Genomic DNA methylation and hydroxyl-methylation ELISAs gDNA was extracted from F11 cells using QIAamp DNA Mini Kit (QIAGEN Cat# 51304) and global DNA methylation (5-mC) and hydroxyl-methylation (5-hmC) levels were measured by ELISA assays (MethylFlash Methylated DNA 5-mC Quantification Kit - EpiGentek Cat# P-1030; MethylFlash Global DNA Hydroxymethylation 5-hmC ELISA Easy Kit - EpiGentek Cat# P-1032) according to manufacturer’s protocols.
cDNA plasmids and siRNAs cDNA plasmid expression vectors are listed in Key Resources Table. pcDNA3-Tet1 (Addgene plasmid # 60938; http://n2t.net/addgene:60938; RRID:Addgene_60938), pcDNA3-Tet2 (Addgene plasmid # 60939; http://n2t.net/addgene:60939; RRID:Addgene_60939), and pcDNA-Flag-Tet3 were gifts from Yi Zhang (Addgene plasmid # 60940; http://n2t.net/addgene:60940; RRID:Addgene_60940) (Wang and Zhang, 2014). Fuw-dCas9-Tet1CD (Addgene plasmid # 84475; http://n2t.net/addgene:84475; RRID:Addgene_84475) and pgRNA-modified were gifts from Rudolf Jaenisch (Addgene plasmid # 84477; http://n2t.net/addgene:84477; RRID:Addgene_84477) (Liu et al., 2016). CTCF-GFP and GFP were gifts from Rainer Renkawitz (Burke et al., 2005).
Guide RNA (gRNA) expression constructs were cloned by inserting annealed oligo pairs JLS59-JLS60 (gRNA1); JLS61-JLS62 (gRNA2); and JLS63-JLS64 (gRNAnt) (Key Resources Table) into modified pgRNA plasmid (Addgene Cat# 84477) (Liu et al., 2016) in AarI site (Thermo Fisher Scientific Cat# ER1581). Oligo pairs were anneal in 1X NEBuffer 3.1 (New England Biolabs Cat# B7203S) following 4 min at 95°C, 10 min at 70°C and a passive slow ramp until 22°C. Vector and insert were ligated using T4 DNA Ligase and 1X buffer (New England Biolabs Cat# M0202S) at room temperature for 2 hr. One Shot TOP10 Electrocomp E. coli (Thermo Fisher Scientific Cat# C404050) were transformed with the ligation mixture; and independent clones per condition were amplified overnight, isolated using QIAprep Spin Miniprep Kit (QIAGEN Cat# 27106) and sequenced using JLS65 primer (Key Resources Table).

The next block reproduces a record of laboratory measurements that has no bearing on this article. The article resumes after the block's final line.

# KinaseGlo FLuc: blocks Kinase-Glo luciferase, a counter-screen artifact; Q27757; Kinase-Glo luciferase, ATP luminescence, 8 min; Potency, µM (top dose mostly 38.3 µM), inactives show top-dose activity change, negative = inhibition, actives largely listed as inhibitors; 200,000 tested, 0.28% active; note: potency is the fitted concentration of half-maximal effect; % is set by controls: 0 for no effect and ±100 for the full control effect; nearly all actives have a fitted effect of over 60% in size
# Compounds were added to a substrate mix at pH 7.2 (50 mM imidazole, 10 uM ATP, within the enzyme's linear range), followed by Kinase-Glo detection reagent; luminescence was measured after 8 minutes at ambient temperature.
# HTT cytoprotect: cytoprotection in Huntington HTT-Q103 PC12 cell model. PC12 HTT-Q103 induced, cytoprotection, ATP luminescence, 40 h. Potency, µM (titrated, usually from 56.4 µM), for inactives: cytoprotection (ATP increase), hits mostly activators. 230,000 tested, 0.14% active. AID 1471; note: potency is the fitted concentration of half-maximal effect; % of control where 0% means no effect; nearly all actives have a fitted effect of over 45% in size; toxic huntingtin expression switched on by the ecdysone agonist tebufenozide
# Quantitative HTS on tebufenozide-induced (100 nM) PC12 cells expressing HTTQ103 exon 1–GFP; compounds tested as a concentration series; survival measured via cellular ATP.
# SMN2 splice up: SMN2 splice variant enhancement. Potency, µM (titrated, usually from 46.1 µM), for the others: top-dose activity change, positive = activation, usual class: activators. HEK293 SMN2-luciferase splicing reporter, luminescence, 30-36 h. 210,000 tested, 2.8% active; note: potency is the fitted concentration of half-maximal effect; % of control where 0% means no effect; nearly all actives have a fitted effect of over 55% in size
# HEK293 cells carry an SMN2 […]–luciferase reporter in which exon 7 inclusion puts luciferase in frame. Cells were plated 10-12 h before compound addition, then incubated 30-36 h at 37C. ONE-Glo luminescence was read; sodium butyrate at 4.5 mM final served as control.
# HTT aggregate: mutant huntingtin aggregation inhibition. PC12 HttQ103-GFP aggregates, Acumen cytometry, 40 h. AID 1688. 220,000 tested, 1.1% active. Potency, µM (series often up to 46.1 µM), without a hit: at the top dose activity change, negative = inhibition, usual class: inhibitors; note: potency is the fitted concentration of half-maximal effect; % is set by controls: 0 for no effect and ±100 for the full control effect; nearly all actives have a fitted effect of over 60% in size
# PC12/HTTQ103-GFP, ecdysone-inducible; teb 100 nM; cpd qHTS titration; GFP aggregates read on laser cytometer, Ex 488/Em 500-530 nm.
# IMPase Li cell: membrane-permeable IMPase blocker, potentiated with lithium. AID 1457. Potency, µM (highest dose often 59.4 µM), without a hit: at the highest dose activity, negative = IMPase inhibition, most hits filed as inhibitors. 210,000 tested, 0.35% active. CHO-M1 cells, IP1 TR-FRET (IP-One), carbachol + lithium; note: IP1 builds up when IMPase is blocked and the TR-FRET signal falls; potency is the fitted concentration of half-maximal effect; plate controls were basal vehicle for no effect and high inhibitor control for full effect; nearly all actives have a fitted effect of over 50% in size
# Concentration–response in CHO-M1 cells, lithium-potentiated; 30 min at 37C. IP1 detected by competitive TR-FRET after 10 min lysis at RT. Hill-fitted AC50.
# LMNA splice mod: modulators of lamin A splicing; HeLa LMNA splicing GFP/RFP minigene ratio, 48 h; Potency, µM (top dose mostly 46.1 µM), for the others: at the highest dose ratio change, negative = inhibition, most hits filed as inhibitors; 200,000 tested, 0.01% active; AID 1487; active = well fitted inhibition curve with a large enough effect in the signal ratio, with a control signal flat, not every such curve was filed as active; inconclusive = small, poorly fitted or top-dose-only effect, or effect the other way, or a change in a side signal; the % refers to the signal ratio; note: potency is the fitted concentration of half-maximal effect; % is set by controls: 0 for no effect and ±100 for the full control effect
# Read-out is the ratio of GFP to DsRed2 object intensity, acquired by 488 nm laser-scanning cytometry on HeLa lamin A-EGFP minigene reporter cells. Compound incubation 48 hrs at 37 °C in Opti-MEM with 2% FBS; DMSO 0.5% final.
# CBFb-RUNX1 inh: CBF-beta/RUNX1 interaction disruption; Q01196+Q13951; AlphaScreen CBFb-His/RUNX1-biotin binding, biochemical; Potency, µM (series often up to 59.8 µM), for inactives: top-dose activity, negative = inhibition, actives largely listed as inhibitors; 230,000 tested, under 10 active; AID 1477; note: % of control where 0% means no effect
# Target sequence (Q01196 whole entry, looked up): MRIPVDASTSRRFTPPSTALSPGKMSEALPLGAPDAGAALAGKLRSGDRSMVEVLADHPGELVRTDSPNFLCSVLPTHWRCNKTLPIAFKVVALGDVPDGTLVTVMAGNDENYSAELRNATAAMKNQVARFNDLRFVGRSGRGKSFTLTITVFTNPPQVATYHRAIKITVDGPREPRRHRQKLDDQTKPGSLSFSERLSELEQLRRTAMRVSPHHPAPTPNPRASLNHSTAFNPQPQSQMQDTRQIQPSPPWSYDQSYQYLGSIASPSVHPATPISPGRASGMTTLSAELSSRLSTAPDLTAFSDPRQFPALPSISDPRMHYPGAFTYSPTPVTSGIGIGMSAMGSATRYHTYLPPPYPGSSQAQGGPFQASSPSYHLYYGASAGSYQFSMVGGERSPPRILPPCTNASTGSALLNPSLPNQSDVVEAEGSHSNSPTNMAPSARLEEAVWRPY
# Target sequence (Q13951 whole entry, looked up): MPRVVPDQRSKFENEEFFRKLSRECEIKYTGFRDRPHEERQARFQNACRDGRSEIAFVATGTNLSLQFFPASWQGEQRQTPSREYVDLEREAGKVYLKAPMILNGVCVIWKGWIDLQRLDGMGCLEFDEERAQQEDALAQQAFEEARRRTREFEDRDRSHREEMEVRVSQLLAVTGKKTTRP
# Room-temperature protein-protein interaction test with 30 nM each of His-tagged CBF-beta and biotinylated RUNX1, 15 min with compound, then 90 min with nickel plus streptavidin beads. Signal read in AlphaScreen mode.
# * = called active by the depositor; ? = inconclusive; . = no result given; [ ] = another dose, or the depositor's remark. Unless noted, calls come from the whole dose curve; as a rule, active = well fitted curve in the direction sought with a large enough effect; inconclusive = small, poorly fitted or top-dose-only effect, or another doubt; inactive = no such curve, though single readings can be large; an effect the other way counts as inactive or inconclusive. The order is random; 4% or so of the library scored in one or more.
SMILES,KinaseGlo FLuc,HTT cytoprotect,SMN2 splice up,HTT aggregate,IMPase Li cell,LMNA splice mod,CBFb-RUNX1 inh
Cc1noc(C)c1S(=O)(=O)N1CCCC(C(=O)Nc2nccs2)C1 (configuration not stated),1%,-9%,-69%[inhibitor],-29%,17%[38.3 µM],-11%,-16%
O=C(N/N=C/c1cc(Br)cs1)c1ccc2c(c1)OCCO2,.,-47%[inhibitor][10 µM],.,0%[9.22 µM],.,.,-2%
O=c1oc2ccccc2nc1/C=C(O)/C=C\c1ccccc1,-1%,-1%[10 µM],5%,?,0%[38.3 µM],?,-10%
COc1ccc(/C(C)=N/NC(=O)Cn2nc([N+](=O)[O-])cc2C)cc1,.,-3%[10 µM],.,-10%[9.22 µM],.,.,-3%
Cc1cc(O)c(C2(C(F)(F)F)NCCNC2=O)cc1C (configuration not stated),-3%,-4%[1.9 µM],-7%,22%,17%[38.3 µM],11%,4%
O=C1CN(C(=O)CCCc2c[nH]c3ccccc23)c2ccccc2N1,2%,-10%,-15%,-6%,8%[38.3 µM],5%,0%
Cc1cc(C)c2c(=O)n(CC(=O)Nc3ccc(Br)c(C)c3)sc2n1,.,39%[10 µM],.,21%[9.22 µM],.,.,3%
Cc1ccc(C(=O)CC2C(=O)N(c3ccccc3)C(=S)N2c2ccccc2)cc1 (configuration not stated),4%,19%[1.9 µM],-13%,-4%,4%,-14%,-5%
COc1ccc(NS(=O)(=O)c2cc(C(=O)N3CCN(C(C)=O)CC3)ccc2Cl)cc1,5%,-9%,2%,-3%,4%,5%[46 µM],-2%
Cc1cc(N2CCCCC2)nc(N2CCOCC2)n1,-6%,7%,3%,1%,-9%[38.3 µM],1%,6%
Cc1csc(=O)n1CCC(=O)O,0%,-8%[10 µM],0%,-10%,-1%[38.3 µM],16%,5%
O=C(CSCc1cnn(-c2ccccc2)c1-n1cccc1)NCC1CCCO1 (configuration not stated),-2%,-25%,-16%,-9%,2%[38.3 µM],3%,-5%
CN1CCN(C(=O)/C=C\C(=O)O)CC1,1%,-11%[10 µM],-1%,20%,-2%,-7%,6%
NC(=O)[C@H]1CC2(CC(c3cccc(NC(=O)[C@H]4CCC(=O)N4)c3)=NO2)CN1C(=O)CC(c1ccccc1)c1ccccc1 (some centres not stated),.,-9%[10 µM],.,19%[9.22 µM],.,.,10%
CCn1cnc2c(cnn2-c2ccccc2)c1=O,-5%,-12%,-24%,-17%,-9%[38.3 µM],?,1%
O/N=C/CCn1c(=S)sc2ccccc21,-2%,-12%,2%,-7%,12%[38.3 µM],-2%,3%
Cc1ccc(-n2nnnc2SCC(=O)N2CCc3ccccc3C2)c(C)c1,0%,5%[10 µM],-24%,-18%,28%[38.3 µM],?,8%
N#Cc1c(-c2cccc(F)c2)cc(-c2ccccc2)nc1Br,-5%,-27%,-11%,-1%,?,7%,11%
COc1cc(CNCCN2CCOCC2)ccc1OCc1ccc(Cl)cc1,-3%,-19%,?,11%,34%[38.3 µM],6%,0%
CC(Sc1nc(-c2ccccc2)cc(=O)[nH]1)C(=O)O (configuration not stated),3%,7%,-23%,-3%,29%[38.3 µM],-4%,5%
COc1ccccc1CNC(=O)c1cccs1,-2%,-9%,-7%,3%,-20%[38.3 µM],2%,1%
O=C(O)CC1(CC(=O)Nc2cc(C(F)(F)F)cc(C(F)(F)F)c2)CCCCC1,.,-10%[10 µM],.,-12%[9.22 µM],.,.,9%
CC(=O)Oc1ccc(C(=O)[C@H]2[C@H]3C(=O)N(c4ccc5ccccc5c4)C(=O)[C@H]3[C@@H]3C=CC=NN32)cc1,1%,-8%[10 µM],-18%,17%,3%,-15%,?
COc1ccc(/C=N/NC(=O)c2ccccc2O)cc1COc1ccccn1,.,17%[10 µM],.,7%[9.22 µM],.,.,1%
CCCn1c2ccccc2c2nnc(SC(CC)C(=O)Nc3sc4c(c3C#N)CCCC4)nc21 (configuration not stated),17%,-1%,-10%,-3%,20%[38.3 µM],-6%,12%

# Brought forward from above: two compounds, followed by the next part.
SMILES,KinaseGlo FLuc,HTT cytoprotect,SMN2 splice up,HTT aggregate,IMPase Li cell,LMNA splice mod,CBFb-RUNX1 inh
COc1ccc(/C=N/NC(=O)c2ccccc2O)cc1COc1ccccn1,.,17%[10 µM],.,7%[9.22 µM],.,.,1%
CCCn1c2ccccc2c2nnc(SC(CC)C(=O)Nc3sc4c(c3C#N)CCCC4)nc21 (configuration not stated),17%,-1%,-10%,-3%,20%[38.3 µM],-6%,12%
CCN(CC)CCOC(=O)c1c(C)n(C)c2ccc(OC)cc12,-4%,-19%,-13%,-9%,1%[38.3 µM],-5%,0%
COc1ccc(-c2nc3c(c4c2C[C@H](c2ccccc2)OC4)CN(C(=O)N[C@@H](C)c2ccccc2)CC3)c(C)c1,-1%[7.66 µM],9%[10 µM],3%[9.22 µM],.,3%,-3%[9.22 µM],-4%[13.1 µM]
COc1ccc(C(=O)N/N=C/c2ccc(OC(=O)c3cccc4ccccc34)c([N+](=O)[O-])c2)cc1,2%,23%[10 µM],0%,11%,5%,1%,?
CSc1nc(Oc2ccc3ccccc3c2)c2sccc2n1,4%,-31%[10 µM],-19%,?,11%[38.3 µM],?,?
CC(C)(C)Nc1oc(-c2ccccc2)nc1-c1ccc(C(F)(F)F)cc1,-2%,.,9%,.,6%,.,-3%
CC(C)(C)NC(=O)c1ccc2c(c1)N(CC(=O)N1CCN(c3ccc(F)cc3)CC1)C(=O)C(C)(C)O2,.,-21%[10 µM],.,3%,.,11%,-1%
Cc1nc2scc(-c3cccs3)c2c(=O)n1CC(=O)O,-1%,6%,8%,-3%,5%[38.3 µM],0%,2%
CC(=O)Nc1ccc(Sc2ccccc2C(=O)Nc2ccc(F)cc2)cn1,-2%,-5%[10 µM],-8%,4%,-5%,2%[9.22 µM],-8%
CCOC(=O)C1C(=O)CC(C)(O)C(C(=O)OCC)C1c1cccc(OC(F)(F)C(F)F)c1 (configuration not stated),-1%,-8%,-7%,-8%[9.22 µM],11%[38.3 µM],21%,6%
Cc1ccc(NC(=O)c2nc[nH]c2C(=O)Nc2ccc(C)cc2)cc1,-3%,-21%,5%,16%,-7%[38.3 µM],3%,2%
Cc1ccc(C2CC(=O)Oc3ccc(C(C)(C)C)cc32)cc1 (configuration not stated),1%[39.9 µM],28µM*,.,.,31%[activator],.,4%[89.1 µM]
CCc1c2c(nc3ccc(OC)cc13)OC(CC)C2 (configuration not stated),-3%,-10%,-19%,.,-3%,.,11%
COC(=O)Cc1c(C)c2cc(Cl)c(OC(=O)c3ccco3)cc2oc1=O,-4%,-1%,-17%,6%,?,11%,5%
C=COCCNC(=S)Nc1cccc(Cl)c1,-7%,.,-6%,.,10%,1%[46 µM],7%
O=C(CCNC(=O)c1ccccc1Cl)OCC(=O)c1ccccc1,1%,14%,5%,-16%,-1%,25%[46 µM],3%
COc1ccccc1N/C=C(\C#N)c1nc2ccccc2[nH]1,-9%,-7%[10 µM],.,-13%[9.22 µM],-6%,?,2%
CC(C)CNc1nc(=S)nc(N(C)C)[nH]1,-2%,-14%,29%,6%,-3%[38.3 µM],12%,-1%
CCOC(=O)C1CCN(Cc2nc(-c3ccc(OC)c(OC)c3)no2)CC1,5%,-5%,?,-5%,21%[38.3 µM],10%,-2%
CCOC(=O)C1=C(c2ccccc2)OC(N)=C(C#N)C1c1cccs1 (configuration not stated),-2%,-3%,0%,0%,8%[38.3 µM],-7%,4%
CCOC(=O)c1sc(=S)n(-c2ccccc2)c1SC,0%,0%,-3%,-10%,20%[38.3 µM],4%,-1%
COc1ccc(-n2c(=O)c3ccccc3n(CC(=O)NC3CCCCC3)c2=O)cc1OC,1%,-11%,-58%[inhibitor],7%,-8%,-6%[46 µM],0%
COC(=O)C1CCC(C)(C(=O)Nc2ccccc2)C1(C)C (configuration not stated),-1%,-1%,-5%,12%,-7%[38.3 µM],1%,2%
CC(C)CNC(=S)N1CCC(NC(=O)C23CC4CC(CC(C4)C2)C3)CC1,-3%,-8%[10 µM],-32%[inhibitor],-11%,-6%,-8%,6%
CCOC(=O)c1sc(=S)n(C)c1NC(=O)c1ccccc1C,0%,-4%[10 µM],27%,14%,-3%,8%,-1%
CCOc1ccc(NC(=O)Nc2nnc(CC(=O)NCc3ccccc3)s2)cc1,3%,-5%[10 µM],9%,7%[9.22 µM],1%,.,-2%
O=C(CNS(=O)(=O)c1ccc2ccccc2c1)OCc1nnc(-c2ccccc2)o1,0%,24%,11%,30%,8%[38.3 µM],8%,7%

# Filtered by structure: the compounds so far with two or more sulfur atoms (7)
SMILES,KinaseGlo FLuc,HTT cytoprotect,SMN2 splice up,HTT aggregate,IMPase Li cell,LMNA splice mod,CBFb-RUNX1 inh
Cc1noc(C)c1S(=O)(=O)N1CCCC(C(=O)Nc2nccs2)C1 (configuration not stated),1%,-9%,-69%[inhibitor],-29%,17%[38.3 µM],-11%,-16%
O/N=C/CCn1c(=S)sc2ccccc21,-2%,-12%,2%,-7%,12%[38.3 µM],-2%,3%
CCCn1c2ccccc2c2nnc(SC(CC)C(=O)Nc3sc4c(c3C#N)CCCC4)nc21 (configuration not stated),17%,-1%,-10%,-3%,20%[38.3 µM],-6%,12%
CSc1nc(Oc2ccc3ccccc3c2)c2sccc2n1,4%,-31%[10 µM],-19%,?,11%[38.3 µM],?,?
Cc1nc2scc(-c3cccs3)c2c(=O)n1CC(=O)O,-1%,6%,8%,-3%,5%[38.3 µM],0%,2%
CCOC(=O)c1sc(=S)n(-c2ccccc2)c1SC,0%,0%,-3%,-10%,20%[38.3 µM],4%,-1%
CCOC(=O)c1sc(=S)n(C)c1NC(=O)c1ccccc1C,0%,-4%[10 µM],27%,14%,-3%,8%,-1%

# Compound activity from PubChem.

siRNAs are listed in Key Resources Table. Ctcf, Dnmt1, Dnmt3a, Dnmt3b and non-targeting SMARTpool siGENOME siRNAs (GE Healthcare Dharmacon Cat# M-044693–0, M-056796–01, M-065433–01, M-044164–01, and D-001206–13) were resuspended in RNase free H2O and shacked 30 min at RT, and storage at −80°C until need them.
F11 cells were treated with 5-Azacytidine (Sigma-Aldrich Cat# A2385) to inhibit DNA methyltransferase action and promote a decrease in global methylation; and (2S)−2-Hydroxyglutaric Acid Octyl Ester Sodium Salt (TRC Toronto Research Chemicals Cat# H942596) to inhibit ten eleven translocase enzymes (TET) and promote an increase in global methylation. 5-Azacytidine was dissolved in DMSO and kept on ice until use or storage at −80°C. (2S)−2-Hydroxyglutaric Acid Octyl Ester Sodium Salt was dissolved in H2O and kept on ice until use or storage at −4°C. Concentration and incubation times are indicated in each experiment.
All behavioral testing was randomized and blinded. N values represent biological replicates (number of animals, individual transfections). We plot all individual biological replicates in figures and corresponding mean and SE. Experimental groups were compared using paired or unpaired t-test, two-way or one-way ANOVA followed by Dunnett’s test as indicated. Absolute P values are reported in figure legends.
Differential role of N-type calcium channel splice isoforms in painJournal of Neuroscience 27:6363–6373.https://doi.org/10.1523/JNEUROSCI.0307-07.2007
Opioid inhibition of N-type Ca2+ channels and spinal analgesia couple to alternative splicingNature Neuroscience 13:1249–1256.https://doi.org/10.1038/nn.2643